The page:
In my clinical work with traumatized patients, I learned that alter egos have very specific and individual characteristics. And more recently, I have learned about the amazing complexity of the continual communication that occurs between the trillions of cells in the mind-body.
As I pondered the relationship between these various aspects of human existence, several things occurred to me, some of which I had encountered before but was now seeing through a different lens.
The first key is that the mind-body is the subconscious. The constant, incredible communication between all cells in us, is what makes us tick. Processing information at a rate that would overwhelm our consciousness, 11 million bits of information per second, the mind-body constantly updates critical information coming from inside and outside the system to present the best guess estimate of what is happening and how we should respond. Survival is key, and survival is more important than just being right. Moreover, neurons are at the higher end of the scale but they receive and give input to many other types of cells.
I then saw this incredible cellular communication system as the “coding” of our behavior. As cellular communication codes a particular behavior or mood state, it can become habitual and thus automatic. Each side of us has a very specific code in the form of cellular coded infrastructure.
This was the basis of my Programmed Persona Theory. This cellular coding is the basis of our different sides and moods. Unlike in severe trauma and dissociation where the alter egos remain separated from each other because of the need to protect the ego from highly damaging traumatic memories, typically we don’t need to keep secrets and are thus aware of our different sides; happy, grumpy, focused, distracted, etc.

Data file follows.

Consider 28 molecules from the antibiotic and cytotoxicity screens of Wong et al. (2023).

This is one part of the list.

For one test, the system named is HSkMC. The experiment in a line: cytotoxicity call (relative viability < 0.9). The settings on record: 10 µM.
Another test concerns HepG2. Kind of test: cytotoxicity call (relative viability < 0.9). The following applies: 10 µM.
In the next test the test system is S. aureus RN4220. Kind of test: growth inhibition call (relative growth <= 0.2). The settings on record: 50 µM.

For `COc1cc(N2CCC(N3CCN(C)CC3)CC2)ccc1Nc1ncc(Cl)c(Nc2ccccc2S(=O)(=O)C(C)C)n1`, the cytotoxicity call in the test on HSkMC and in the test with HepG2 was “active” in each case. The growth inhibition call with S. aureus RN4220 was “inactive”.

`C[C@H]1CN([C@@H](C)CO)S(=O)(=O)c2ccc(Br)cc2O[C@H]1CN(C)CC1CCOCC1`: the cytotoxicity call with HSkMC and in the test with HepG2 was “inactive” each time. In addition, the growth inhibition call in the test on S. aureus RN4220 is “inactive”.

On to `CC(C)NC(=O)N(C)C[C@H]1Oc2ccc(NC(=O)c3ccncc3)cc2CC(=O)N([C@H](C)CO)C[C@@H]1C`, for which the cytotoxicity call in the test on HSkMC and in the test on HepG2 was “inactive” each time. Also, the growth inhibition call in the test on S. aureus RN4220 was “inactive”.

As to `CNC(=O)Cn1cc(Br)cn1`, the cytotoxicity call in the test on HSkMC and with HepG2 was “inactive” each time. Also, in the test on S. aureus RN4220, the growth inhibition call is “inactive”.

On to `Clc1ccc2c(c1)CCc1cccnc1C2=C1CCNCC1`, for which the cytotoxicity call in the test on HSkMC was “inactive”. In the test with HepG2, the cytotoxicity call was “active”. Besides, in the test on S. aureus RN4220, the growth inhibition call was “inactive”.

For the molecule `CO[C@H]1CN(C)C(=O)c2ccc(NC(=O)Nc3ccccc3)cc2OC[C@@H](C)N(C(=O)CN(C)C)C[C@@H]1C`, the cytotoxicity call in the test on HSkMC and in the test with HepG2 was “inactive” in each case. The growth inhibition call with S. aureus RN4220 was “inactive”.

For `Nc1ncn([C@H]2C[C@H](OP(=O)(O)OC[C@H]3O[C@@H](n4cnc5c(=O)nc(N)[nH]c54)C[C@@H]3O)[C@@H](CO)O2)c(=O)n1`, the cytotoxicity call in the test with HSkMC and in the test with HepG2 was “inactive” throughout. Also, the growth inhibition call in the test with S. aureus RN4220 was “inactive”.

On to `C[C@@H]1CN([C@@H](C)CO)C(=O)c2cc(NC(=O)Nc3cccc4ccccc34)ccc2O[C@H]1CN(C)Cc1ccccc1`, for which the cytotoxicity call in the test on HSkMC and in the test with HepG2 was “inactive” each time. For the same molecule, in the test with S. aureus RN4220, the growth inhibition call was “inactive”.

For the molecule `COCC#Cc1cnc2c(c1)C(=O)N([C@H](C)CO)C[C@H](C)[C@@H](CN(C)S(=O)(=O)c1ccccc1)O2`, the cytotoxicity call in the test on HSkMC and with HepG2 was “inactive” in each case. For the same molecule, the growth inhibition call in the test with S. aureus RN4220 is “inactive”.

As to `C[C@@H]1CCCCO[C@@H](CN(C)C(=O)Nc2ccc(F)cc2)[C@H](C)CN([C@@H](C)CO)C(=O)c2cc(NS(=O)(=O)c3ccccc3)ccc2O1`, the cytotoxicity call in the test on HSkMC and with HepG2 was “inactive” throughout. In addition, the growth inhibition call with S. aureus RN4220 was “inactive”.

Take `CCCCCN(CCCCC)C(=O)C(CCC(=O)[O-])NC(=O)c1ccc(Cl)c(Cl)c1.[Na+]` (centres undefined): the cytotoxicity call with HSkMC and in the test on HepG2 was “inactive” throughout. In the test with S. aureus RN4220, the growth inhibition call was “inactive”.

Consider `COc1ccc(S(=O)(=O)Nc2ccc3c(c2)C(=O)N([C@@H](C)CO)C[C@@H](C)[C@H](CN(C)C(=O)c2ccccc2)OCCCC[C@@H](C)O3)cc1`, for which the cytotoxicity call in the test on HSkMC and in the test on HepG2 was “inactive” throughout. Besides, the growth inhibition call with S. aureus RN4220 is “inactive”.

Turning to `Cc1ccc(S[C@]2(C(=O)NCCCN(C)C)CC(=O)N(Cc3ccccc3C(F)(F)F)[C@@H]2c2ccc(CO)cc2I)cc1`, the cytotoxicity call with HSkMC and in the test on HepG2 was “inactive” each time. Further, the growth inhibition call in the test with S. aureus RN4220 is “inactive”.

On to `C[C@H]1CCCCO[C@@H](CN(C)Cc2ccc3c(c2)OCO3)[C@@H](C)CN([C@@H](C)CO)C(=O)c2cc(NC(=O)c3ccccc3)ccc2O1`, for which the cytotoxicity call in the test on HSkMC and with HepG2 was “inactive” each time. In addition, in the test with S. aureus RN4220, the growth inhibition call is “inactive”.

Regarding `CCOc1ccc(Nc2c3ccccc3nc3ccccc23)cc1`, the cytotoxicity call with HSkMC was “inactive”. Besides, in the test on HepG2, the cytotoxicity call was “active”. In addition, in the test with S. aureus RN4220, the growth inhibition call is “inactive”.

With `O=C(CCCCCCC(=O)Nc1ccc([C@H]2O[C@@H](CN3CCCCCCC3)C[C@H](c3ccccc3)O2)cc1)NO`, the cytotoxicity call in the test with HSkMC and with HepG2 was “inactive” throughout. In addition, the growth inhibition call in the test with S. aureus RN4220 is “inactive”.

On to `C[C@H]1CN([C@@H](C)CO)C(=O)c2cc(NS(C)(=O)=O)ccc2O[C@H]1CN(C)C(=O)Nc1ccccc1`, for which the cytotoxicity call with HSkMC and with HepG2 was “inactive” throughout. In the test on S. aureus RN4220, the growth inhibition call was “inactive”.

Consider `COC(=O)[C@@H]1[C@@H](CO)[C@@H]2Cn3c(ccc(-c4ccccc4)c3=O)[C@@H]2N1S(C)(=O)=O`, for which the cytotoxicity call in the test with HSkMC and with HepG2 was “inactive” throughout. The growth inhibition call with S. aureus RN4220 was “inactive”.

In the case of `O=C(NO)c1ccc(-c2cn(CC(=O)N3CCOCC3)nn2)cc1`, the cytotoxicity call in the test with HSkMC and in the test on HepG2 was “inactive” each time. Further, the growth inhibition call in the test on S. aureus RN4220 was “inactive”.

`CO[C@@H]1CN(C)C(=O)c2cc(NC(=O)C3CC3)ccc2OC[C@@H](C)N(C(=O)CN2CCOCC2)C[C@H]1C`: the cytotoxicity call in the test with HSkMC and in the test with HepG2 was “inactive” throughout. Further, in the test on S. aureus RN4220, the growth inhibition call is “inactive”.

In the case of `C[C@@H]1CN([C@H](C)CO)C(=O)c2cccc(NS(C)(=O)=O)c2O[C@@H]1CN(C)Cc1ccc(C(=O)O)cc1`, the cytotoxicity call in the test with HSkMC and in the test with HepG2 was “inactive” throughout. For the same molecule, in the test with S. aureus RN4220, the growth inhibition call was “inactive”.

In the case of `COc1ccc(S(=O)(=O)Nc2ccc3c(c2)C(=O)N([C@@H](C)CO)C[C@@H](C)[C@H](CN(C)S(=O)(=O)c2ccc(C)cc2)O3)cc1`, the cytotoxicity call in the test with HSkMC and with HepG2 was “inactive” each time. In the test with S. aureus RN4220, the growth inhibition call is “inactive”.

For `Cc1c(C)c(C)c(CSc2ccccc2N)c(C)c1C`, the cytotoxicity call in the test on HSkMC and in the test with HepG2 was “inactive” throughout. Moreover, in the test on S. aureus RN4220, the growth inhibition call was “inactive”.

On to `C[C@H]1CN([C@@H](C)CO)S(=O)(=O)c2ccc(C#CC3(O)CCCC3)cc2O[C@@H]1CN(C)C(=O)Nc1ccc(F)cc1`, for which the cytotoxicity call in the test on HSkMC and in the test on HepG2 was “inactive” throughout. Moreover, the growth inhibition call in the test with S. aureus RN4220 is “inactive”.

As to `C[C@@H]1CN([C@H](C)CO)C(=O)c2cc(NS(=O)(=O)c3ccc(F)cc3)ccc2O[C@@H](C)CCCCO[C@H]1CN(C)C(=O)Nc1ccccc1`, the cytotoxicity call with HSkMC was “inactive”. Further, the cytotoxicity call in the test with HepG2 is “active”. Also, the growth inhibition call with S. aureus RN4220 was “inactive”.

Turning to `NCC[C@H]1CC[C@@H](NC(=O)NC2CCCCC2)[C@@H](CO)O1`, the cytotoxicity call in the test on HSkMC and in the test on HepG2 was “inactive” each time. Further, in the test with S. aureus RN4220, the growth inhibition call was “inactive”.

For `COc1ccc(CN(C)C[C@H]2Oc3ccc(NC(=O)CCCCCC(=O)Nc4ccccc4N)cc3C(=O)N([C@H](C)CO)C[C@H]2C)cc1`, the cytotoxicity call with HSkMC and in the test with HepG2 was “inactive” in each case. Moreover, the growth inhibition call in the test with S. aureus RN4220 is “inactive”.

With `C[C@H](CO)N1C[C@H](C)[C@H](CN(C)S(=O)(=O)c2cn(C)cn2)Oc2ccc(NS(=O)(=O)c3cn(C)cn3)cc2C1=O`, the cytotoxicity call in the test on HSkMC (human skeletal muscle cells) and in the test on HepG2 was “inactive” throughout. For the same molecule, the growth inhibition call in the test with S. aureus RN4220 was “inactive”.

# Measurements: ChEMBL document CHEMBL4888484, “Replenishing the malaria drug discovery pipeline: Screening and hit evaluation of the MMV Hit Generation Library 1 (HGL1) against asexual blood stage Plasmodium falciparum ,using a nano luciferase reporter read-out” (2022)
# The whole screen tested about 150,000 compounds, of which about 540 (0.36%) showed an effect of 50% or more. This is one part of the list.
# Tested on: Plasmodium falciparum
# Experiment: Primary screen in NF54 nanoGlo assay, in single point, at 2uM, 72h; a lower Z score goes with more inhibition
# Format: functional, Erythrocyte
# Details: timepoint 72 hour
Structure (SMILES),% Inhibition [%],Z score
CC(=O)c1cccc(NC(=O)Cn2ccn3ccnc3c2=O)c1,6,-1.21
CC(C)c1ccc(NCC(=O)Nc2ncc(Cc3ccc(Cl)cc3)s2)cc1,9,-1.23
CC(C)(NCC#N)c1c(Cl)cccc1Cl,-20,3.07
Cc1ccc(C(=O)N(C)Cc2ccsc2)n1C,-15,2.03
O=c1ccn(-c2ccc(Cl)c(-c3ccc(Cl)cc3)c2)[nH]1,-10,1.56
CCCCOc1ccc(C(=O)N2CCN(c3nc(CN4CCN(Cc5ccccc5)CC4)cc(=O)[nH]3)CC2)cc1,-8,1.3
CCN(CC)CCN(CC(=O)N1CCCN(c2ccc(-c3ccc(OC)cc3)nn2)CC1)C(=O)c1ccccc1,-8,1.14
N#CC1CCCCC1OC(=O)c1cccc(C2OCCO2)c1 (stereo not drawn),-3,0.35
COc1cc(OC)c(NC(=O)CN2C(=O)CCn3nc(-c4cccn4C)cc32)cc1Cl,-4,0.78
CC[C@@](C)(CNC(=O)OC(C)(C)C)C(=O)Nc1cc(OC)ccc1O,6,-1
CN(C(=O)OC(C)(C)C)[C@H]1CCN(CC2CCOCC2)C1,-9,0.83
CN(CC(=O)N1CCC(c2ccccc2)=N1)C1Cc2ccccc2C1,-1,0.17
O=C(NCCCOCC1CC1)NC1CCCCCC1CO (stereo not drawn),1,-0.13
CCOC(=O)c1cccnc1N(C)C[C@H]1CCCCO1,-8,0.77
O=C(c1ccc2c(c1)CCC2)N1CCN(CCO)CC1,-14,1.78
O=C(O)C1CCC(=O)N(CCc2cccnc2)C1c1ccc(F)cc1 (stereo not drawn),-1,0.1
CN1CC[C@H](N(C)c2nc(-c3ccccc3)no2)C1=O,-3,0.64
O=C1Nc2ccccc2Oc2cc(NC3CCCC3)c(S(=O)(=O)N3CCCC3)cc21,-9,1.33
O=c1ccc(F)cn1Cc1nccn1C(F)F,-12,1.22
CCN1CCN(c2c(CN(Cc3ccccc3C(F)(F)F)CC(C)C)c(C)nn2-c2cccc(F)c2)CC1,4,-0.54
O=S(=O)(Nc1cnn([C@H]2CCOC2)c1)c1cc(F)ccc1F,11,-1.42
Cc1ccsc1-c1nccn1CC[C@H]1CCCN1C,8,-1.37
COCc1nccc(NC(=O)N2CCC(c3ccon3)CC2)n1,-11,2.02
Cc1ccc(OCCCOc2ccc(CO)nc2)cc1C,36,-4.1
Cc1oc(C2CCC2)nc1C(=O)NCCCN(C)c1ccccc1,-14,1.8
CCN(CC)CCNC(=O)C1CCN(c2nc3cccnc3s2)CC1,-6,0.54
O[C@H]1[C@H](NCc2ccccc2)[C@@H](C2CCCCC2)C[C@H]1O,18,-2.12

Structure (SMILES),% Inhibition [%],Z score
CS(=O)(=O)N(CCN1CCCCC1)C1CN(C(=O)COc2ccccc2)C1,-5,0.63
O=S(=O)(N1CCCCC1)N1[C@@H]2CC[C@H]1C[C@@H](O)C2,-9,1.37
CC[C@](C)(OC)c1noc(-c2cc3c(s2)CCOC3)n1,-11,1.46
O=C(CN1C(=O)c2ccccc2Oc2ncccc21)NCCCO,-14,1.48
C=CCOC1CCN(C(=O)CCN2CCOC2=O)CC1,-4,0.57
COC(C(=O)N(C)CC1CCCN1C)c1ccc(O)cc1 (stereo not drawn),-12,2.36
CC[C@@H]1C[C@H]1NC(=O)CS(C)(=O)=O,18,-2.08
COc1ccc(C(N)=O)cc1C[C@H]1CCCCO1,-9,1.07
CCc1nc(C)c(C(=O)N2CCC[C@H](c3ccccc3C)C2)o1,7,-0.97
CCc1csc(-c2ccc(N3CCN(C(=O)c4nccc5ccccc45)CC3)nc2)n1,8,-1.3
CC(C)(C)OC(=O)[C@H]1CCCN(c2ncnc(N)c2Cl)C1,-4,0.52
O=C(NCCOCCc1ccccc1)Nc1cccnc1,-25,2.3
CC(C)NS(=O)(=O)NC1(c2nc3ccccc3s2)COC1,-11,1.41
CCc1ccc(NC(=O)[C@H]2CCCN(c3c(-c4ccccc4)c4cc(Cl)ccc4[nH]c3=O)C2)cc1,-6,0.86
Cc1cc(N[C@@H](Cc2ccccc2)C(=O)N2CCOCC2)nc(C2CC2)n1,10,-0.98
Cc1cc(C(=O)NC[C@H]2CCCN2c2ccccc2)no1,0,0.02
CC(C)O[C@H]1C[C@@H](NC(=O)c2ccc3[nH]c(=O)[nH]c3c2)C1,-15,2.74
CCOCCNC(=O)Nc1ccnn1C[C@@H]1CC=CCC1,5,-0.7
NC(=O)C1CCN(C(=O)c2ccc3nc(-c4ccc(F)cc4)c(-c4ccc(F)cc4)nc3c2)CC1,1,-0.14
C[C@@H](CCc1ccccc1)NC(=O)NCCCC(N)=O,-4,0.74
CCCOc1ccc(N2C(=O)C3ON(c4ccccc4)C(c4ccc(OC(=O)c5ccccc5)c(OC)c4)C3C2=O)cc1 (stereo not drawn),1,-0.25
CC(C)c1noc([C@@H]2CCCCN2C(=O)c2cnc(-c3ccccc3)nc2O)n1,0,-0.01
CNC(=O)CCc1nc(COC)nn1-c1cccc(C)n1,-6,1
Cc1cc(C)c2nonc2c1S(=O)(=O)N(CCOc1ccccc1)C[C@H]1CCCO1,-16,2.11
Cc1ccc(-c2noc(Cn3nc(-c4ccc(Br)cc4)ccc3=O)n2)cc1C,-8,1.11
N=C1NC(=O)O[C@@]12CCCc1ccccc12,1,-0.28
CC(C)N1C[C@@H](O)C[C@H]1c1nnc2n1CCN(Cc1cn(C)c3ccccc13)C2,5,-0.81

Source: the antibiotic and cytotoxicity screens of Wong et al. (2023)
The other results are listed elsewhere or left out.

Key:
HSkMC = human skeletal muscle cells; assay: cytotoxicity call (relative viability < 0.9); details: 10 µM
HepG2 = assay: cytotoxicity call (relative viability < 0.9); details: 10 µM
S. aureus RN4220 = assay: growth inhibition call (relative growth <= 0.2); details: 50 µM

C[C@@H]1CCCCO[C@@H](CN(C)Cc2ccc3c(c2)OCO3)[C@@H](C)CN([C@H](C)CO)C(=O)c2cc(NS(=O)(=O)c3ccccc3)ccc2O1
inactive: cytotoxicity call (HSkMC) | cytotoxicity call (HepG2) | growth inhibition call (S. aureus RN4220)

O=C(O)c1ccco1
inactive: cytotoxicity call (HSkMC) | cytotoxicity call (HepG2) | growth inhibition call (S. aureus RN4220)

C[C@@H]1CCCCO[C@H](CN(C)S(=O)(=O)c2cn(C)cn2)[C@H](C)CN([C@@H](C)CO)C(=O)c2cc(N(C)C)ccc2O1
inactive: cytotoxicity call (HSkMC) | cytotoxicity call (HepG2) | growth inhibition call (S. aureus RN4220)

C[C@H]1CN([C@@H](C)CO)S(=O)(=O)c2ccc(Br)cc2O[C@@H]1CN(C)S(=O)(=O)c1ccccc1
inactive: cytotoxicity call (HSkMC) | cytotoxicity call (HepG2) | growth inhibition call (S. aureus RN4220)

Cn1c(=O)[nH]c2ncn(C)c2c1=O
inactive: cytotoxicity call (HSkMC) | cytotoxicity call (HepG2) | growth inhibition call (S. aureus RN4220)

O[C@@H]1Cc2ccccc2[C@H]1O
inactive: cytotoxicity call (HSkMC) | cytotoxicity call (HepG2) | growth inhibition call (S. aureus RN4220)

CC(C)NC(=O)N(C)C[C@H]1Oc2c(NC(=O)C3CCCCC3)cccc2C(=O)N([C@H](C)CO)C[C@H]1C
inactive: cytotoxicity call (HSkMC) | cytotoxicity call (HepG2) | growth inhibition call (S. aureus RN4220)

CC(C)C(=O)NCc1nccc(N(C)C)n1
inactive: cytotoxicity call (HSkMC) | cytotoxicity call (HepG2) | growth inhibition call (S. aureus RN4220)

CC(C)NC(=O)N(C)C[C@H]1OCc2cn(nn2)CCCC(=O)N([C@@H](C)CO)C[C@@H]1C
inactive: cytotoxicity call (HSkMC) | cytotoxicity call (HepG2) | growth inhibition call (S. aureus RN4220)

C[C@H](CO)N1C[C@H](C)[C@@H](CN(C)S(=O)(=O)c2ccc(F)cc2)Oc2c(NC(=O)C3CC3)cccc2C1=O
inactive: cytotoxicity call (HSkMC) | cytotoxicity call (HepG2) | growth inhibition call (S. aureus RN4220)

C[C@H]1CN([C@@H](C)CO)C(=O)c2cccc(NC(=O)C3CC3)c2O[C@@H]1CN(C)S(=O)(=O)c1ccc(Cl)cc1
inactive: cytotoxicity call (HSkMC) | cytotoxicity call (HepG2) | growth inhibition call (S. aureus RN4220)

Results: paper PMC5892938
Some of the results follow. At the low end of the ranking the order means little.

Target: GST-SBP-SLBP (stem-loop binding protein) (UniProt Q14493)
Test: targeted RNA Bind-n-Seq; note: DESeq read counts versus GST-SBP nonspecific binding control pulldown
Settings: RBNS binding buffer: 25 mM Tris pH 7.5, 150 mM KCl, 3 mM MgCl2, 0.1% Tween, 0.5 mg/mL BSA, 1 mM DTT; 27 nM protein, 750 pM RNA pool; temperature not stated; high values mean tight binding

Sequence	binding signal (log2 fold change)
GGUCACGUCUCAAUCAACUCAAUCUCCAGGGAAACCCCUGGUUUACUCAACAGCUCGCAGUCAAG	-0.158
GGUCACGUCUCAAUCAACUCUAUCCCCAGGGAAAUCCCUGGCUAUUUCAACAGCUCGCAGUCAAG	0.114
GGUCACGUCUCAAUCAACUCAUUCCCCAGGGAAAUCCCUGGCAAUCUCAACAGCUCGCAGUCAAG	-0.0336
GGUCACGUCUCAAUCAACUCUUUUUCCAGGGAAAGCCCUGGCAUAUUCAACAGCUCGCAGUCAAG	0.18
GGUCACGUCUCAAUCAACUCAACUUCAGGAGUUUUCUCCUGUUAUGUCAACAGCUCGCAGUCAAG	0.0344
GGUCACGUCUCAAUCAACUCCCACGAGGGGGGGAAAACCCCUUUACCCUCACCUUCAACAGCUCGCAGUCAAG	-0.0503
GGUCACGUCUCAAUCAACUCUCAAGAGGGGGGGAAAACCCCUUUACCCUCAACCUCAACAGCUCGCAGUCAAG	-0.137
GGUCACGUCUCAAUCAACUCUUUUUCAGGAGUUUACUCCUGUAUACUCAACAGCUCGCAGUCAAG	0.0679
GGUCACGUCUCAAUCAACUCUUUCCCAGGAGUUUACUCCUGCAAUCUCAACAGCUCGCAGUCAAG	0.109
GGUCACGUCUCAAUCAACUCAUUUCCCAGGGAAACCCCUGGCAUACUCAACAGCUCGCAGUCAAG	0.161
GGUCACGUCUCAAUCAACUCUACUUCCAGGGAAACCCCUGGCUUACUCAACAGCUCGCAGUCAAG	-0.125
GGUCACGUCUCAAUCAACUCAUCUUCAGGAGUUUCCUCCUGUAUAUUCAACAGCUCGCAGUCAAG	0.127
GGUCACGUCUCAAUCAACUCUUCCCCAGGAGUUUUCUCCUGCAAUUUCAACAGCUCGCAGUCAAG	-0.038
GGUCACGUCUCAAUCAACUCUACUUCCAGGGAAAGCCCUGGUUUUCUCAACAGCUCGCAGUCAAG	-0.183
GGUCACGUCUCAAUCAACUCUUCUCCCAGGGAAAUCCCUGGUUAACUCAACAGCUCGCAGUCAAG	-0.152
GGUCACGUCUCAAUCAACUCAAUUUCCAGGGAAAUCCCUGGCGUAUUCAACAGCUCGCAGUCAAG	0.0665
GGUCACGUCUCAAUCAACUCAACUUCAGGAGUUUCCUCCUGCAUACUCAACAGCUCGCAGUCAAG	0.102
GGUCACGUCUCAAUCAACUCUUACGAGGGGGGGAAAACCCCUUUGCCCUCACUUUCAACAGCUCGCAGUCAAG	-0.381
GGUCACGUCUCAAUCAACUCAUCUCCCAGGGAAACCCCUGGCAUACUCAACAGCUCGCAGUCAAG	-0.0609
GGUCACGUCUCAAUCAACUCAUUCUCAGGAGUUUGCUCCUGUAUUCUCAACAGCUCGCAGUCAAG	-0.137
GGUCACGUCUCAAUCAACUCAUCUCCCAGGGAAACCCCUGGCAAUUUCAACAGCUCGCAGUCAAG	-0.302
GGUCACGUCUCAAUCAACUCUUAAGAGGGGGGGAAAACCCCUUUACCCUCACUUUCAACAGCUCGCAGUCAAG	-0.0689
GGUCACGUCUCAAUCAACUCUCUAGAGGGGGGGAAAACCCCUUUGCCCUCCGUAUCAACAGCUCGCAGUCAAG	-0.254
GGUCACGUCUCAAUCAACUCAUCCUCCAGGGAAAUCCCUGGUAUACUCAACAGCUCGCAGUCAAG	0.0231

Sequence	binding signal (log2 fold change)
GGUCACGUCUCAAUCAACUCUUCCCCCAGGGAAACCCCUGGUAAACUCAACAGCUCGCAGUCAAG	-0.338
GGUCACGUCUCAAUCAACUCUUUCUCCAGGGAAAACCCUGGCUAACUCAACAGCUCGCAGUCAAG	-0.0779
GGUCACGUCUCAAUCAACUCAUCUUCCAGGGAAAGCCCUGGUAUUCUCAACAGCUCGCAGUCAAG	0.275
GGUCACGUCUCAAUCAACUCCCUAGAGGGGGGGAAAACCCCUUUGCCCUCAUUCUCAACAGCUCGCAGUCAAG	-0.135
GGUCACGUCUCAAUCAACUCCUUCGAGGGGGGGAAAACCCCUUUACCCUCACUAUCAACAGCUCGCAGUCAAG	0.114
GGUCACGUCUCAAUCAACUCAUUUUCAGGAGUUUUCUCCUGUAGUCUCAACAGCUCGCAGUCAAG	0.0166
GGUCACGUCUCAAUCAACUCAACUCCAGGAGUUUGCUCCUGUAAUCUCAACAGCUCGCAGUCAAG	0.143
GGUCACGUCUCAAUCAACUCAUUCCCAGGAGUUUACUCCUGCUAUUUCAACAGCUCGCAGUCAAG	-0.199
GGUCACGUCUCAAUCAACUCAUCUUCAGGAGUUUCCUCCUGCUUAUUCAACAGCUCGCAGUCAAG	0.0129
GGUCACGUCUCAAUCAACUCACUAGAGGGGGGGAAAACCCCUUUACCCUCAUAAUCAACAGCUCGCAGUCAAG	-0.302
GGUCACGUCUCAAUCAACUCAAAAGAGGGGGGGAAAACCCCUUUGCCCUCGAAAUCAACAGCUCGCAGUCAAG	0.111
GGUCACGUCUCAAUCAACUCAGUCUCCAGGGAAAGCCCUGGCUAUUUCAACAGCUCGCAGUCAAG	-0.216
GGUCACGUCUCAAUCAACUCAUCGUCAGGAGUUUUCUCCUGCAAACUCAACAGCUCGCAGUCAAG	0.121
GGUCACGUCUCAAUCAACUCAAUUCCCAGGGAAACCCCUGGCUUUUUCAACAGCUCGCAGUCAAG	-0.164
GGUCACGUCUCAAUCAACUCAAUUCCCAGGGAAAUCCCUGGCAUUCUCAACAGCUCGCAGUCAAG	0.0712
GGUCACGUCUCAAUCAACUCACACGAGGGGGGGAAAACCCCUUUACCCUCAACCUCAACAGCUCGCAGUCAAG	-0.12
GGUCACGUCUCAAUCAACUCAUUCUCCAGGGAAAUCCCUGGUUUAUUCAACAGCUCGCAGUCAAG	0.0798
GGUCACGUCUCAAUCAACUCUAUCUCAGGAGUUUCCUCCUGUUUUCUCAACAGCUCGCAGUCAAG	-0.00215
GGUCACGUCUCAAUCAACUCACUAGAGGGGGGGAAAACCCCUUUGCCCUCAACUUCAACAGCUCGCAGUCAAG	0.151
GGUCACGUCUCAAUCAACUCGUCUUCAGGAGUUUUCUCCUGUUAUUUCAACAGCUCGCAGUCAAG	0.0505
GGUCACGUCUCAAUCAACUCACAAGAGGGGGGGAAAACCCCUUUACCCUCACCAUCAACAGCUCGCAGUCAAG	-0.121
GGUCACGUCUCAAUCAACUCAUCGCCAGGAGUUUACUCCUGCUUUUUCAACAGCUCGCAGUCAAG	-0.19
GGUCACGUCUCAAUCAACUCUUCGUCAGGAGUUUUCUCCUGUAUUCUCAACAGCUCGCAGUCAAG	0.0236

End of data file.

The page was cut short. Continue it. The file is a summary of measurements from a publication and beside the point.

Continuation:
Our incredible mind-body, consisting of trillions of cells with multiple branches in constant communication about the current state of the external and internal environment is way more sophisticated than any neural network. I believe it is the coder that programs the many aspects of our selves. Thus Programmed Persona Theory has implications for many aspects of life: health, change, science and, of course, artificial intelligence.
For example, here is some datum. The Giants beat the Broncos 34-10. If all you want to know is the score of the game that’s sufficient. But what if you wanted to understand more about the complex factors that fashioned the result? Then you need to explore the exformation, the data that was left out by giving just the score. For example, the Broncos quarterback and coach had a big feud before the game. The running back actually had a muscle injury that wasn’t divulged to anyone. The Center was seriously considering a trade away from the club. And thousands of other data points that might have contributed to the outcome of the game. You get the idea. There are tons of information that is left out when you just give the score that gives you insight into the multiple underlying factors that potentially determine the outcome of the game. That exformation is critical if you want to really understand the dynamics of the game, and particularly if you want to accurately predict future games.
Consciousness receives mostly the information, not the complex exformation, that lies below the surface. If we better understand subconscious processes, we have a better understanding of conscious processes and their likely outcomes.
This suggests that a truly powerful artificial intelligence has to mirror human intelligence, with it’s “biases” and perceptions, and that requires understanding the relationship between conscious and sub-conscious processes and integrating that into future intelligence models.